The recent move by Intel to take out patents on its next-generation chip technology may strike some observers as verging on the anticompetitive -- blocking other manufacturers from "cloning" its processors -- but industry observers say such intellectual property practices are an inevitable part of the semiconductor industry.
It emerged last week that Intel has taken out a variety of new patents on technology within the IA-64 processor architecture, due to make its debut in the Itanium chip in the first quarter of next year. The claims represent a broader approach than Intel's traditional legal strategy, patenting functions carried out by specific instructions.
The more specifically a function is described in a patent, the more difficult it is for competitors to duplicate the effect in their own products, according to experts. Legal analysts said Intel's intent appears to be to block competitors from making products similar to IA-64, which is ultimately intended to replace the x86 architecture upon which most PCs are based today.
The move highlights the increasing importance of software in microchips. Intel began patenting instructions with the Pentium MMX technology. It continued that policy with Streaming SIMD Extensions.
"It's a recognition that hardware operation goes along and is linked with the fundamental instruction set," said an Intel spokesman. "They are a product of the same development process, and both need to be protected."
Rival AMD has its own raft of patents, including those on its Lighting Data Transport (LDT) technology, which AMD freely licences in hopes of turning it into a standard. "You can't complain about somebody patenting their ideas," said an AMD spokesman. "We do exactly the same thing. We tend to be more open with it, but that is just because we choose to."
Glancing over the intellectual property lawsuits in which the semiconductor industry is currently mired, including Rambus' actions to garner licence fees for standard DRAM memory technology, one might think such extensive patenting is anticompetitive. But industry analysts say it's an inherent part of the industry.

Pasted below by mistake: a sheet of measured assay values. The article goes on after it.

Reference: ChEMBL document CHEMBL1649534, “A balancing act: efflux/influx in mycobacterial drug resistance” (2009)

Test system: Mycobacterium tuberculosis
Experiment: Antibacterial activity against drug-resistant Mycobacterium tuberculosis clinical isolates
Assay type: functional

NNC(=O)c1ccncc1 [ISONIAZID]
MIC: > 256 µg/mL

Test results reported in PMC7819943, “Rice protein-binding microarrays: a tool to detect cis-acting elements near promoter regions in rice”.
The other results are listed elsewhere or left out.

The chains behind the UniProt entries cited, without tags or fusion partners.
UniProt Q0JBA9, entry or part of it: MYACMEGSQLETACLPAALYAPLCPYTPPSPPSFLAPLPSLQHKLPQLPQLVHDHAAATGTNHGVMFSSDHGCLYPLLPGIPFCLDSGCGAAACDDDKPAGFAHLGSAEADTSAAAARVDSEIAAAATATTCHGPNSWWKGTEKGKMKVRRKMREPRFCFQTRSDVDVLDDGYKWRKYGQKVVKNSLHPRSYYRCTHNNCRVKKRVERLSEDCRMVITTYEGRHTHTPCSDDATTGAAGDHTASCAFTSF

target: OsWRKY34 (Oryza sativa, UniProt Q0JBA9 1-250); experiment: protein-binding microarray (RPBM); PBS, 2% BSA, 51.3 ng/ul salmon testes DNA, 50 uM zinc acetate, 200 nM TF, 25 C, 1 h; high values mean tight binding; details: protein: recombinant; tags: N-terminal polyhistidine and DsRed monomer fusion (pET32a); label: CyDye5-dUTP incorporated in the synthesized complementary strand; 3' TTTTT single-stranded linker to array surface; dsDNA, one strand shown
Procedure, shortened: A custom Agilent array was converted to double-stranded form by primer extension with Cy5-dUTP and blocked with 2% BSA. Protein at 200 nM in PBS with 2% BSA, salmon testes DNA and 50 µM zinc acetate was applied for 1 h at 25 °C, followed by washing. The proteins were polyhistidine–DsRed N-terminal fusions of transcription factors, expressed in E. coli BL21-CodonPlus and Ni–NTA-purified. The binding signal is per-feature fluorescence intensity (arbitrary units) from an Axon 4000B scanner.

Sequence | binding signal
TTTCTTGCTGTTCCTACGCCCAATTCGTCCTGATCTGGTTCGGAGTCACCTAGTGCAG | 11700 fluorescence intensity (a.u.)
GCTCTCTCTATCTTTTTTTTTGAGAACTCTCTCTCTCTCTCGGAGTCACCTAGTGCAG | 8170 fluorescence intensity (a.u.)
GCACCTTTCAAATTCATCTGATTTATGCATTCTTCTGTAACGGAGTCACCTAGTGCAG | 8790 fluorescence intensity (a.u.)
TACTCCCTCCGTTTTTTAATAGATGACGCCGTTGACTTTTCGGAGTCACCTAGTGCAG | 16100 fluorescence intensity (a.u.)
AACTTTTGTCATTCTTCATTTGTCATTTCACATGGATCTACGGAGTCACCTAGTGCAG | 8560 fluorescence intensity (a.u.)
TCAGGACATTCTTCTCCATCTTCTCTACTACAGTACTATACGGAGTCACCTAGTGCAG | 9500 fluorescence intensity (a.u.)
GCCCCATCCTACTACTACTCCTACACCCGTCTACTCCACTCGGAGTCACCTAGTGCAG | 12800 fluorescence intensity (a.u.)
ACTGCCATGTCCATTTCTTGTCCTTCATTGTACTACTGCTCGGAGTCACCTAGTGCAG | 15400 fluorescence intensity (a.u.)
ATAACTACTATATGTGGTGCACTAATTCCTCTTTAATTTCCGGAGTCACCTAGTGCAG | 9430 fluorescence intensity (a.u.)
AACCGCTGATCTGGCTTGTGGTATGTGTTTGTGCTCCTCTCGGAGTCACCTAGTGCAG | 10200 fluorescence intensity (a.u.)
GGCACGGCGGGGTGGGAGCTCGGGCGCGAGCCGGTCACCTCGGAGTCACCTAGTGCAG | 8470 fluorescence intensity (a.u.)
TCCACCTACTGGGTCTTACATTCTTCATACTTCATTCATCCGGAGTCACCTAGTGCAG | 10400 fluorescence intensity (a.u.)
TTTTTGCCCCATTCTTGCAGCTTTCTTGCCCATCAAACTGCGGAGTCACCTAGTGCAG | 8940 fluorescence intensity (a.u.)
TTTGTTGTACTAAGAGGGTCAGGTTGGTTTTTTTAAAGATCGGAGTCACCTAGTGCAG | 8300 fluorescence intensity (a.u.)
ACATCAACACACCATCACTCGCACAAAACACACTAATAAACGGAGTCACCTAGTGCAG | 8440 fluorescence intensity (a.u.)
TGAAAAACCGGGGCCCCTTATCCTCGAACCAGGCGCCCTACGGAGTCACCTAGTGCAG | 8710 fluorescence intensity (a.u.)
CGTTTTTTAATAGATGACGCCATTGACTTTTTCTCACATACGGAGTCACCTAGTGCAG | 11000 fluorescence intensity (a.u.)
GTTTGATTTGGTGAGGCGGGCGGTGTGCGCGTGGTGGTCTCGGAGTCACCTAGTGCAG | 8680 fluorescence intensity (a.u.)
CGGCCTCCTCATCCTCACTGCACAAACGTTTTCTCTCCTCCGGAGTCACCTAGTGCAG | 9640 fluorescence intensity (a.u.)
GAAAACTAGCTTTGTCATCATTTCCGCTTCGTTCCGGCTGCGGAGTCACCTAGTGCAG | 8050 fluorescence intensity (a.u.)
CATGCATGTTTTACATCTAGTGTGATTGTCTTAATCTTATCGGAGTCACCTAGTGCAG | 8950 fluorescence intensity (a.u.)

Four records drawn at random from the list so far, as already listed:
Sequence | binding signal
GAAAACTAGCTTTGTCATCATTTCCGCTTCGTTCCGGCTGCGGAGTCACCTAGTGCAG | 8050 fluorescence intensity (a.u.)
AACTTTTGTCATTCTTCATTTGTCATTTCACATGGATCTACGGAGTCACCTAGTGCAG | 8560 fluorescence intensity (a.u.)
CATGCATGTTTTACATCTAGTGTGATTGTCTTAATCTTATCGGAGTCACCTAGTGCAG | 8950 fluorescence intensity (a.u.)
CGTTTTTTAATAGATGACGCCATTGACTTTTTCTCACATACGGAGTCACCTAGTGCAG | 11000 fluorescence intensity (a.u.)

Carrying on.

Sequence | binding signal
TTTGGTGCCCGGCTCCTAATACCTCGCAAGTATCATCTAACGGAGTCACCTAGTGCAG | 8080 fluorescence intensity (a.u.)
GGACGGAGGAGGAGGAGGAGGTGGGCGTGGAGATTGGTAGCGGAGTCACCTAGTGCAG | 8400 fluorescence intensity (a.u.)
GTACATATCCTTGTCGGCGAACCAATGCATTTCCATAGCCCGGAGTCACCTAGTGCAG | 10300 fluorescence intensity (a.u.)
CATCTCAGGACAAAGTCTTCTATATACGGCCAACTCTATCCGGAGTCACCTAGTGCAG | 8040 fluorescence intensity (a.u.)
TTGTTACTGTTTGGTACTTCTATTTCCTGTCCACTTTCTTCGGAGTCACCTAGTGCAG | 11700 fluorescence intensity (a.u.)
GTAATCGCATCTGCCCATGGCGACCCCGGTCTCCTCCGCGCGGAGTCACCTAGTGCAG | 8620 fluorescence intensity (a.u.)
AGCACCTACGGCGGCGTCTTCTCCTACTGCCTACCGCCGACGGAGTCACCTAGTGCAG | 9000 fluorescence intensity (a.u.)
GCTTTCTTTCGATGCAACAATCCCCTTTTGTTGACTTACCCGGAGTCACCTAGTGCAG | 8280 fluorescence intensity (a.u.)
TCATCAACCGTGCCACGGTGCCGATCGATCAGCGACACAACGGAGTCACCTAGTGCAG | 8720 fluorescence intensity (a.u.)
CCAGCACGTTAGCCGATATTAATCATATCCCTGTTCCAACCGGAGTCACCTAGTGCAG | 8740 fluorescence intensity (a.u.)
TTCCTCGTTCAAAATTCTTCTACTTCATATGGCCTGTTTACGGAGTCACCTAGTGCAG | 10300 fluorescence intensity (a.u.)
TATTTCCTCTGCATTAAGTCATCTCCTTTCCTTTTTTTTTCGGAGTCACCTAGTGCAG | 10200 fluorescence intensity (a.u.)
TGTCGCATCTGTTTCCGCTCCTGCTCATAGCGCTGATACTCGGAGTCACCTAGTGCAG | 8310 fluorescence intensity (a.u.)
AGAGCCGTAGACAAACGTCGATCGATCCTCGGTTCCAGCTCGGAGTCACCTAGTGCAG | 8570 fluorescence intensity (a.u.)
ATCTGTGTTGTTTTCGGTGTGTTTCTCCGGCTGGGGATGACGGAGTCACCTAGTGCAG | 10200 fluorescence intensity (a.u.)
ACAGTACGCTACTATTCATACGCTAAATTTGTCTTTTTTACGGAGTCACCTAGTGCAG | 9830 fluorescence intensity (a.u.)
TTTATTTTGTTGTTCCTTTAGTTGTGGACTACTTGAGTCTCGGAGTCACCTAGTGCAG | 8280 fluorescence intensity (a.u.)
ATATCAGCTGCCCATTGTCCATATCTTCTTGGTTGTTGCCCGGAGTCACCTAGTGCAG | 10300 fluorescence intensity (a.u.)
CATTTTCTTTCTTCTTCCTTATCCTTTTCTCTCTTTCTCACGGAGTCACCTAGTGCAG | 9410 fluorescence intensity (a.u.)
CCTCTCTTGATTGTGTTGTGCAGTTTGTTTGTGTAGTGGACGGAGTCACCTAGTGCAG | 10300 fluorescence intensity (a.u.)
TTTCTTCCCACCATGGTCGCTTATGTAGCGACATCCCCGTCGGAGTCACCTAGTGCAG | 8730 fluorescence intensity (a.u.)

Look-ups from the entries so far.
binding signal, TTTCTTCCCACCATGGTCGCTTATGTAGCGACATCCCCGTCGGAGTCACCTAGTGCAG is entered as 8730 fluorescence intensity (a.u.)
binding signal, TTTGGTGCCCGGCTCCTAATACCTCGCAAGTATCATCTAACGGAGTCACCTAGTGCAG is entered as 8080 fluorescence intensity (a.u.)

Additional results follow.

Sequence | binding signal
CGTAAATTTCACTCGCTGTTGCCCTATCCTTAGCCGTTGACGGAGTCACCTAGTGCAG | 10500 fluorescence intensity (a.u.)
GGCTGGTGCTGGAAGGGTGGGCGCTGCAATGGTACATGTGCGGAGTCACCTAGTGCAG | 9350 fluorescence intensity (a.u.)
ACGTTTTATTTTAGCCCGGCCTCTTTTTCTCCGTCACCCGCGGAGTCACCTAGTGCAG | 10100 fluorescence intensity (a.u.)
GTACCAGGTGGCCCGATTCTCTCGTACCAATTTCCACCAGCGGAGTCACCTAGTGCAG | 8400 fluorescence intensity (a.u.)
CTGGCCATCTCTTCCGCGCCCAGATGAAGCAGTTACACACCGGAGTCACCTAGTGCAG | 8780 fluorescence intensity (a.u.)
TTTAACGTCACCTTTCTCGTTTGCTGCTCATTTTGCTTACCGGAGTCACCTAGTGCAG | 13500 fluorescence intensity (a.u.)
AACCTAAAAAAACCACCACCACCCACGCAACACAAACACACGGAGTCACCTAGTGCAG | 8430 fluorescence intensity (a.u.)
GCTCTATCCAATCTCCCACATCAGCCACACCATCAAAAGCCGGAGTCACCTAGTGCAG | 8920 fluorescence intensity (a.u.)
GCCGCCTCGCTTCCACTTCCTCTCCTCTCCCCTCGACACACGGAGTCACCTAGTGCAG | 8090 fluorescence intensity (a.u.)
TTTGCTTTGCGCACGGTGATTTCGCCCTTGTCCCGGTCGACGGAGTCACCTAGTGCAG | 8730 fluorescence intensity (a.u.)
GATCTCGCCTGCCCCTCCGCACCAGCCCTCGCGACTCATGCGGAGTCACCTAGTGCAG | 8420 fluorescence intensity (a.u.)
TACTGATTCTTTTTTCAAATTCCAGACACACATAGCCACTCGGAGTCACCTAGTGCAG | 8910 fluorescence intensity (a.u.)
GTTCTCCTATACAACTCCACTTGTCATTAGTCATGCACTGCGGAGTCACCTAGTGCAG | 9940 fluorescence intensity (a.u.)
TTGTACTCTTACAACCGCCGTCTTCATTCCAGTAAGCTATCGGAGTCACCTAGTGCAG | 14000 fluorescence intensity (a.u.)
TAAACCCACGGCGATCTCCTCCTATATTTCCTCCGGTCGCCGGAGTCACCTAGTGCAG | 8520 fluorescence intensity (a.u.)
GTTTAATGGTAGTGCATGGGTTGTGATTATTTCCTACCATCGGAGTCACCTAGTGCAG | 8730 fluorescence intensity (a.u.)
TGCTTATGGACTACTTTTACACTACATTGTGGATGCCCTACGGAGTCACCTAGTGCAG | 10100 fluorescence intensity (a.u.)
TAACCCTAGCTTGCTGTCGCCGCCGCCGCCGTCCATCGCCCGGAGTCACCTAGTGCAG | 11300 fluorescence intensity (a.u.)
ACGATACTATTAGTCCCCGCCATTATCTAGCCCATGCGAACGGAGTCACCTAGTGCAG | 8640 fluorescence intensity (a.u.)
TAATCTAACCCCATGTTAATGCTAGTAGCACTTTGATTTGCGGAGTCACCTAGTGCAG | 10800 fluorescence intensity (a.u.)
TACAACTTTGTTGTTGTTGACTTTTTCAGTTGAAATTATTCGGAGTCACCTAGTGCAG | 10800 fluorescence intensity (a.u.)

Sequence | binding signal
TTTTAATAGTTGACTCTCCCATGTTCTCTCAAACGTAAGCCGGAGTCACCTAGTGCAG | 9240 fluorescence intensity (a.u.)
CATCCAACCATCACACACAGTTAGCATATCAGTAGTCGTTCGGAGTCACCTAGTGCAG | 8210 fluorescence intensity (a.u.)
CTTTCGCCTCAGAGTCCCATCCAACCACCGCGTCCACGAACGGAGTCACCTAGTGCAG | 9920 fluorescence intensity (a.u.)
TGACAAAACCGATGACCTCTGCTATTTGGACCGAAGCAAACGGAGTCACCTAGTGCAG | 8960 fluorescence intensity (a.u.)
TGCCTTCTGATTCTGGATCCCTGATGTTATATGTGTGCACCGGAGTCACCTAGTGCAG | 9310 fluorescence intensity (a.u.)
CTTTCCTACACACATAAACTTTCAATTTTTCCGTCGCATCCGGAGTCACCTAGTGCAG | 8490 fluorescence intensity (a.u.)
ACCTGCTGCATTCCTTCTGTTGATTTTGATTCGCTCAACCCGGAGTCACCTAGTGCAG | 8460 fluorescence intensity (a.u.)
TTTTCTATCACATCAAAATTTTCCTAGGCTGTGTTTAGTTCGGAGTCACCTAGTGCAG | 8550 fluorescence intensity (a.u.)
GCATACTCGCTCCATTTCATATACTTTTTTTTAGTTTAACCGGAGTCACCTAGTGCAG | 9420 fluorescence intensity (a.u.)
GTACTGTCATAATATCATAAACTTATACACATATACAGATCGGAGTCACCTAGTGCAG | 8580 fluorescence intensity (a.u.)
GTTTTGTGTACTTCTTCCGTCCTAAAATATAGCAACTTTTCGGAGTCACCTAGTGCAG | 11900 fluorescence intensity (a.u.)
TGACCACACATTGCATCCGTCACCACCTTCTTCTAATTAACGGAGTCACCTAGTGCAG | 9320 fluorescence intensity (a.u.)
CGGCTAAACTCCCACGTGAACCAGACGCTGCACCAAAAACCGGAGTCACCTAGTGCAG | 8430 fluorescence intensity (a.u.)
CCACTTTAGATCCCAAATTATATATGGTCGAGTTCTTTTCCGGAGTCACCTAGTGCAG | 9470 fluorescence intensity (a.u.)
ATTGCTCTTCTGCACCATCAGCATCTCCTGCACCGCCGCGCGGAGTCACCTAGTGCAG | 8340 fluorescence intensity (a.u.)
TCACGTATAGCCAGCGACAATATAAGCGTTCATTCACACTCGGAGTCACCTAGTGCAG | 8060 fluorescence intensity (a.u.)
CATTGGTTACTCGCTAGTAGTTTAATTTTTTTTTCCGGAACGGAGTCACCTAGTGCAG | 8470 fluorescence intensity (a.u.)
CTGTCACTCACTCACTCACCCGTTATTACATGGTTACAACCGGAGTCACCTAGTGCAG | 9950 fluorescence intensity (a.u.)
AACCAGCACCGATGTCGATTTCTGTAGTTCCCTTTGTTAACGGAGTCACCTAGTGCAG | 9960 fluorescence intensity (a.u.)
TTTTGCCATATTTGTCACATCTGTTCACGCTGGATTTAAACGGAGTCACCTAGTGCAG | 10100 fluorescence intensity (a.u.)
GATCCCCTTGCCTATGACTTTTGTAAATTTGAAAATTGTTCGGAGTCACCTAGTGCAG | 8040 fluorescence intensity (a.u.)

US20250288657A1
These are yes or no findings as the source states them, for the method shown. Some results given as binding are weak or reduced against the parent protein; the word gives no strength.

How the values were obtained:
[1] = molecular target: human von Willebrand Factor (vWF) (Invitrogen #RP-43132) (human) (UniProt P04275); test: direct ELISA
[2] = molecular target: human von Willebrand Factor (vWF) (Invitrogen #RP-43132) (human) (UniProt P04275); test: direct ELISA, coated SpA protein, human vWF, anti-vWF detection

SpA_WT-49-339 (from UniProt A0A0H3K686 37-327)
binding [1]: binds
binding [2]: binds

"Having a patent isn't itself anticompetitive," said analyst Richard Gordon with industry analyst Dataquest. "It is just protecting your investment. The industry is full of patents. If a company is developing a new platform, and planning to base their future business on it, it is going to protect any IP [intellectual property] rolled up in that just as a matter of course."
The issue has become more pressing recently as AMD gains market share from Intel with its x86-compatible microprocessors and with the launch of Transmeta's Crusoe processors, also x86-compatible.
Transmeta has initially cut a deal with IBM to manufacture its chips, since IBM is legally protected from Intel by its own licences. Transmeta is seen as more vulnerable to legal attack: its low-power mobile chips are attacking a market segment crucial to Intel.
"The issue with Transmeta is they are targeting particular mobile applications, a market Intel can't afford to lose," Gordon said. "They are quite right to look at it and see if [Transmeta] is using any Intel IP."
Intel is in a particularly strong position legally, since it has been in the business for so long and owns so many patents. "At the end of the day, if Intel wanted to sue any microprocessor manufacturer, it probably could," said Gordon. "Going back into the mists of time, they probably do have a patent in a generic sense."
See Chips Central for daily hardware news, including interactive roadmaps for AMD, Intel and Transmeta.
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